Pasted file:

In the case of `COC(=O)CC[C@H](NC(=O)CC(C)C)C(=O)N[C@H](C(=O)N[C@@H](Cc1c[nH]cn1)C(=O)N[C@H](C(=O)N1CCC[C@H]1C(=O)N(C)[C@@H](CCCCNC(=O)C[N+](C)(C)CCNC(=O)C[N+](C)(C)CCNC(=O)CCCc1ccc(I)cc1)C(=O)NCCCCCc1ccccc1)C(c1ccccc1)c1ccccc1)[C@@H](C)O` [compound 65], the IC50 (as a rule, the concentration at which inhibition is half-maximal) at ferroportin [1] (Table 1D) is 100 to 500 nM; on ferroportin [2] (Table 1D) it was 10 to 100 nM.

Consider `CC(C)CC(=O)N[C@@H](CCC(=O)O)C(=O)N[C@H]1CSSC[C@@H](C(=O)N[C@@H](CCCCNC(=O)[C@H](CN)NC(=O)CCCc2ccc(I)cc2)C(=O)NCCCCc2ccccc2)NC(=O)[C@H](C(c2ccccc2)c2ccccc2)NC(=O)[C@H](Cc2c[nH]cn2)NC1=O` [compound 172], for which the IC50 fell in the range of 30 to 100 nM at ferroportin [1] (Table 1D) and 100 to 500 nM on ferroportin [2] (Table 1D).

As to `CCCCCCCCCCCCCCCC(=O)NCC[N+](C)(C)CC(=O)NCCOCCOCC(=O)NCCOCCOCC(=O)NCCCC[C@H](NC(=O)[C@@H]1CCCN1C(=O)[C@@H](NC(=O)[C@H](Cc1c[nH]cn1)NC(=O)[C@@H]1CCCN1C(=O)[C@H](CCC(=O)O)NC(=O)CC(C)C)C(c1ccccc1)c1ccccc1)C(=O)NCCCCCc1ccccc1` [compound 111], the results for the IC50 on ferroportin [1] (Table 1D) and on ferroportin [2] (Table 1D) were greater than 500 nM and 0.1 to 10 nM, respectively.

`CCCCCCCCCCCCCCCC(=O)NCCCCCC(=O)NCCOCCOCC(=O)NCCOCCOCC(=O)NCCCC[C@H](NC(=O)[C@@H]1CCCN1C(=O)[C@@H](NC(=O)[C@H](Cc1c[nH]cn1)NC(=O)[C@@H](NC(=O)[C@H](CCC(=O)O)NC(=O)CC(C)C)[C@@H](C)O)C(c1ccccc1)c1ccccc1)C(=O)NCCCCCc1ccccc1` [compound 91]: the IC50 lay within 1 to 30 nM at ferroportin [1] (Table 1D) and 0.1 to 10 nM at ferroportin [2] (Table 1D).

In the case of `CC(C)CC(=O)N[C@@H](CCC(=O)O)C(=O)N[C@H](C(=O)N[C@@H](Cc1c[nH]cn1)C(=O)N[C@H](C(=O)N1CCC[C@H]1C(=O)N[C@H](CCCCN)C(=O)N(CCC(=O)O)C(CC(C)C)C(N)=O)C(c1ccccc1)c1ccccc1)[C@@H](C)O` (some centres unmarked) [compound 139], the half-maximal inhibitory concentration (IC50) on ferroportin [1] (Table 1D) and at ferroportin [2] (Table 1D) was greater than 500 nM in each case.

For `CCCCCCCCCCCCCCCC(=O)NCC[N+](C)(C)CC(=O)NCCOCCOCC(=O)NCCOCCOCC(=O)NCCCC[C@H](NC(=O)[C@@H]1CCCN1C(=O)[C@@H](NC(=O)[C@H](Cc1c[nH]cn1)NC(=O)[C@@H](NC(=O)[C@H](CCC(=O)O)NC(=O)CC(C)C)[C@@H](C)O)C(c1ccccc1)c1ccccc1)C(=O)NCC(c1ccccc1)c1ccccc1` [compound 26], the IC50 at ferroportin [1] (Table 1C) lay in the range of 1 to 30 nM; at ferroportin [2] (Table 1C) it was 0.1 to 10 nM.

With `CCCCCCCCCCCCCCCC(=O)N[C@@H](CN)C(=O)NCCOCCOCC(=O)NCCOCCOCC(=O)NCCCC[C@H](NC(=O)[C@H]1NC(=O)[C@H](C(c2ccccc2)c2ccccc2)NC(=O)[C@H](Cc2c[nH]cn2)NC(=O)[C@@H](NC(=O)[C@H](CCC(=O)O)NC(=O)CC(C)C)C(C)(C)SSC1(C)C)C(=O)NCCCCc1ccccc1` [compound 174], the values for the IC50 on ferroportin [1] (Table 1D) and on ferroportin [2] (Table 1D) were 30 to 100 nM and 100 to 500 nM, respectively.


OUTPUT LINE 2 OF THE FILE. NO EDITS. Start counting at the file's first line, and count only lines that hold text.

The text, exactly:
Consider `CC(C)CC(=O)N[C@@H](CCC(=O)O)C(=O)N[C@H]1CSSC[C@@H](C(=O)N[C@@H](CCCCNC(=O)[C@H](CN)NC(=O)CCCc2ccc(I)cc2)C(=O)NCCCCc2ccccc2)NC(=O)[C@H](C(c2ccccc2)c2ccccc2)NC(=O)[C@H](Cc2c[nH]cn2)NC1=O` [compound 172], for which the IC50 fell in the range of 30 to 100 nM at ferroportin [1] (Table 1D) and 100 to 500 nM on ferroportin [2] (Table 1D).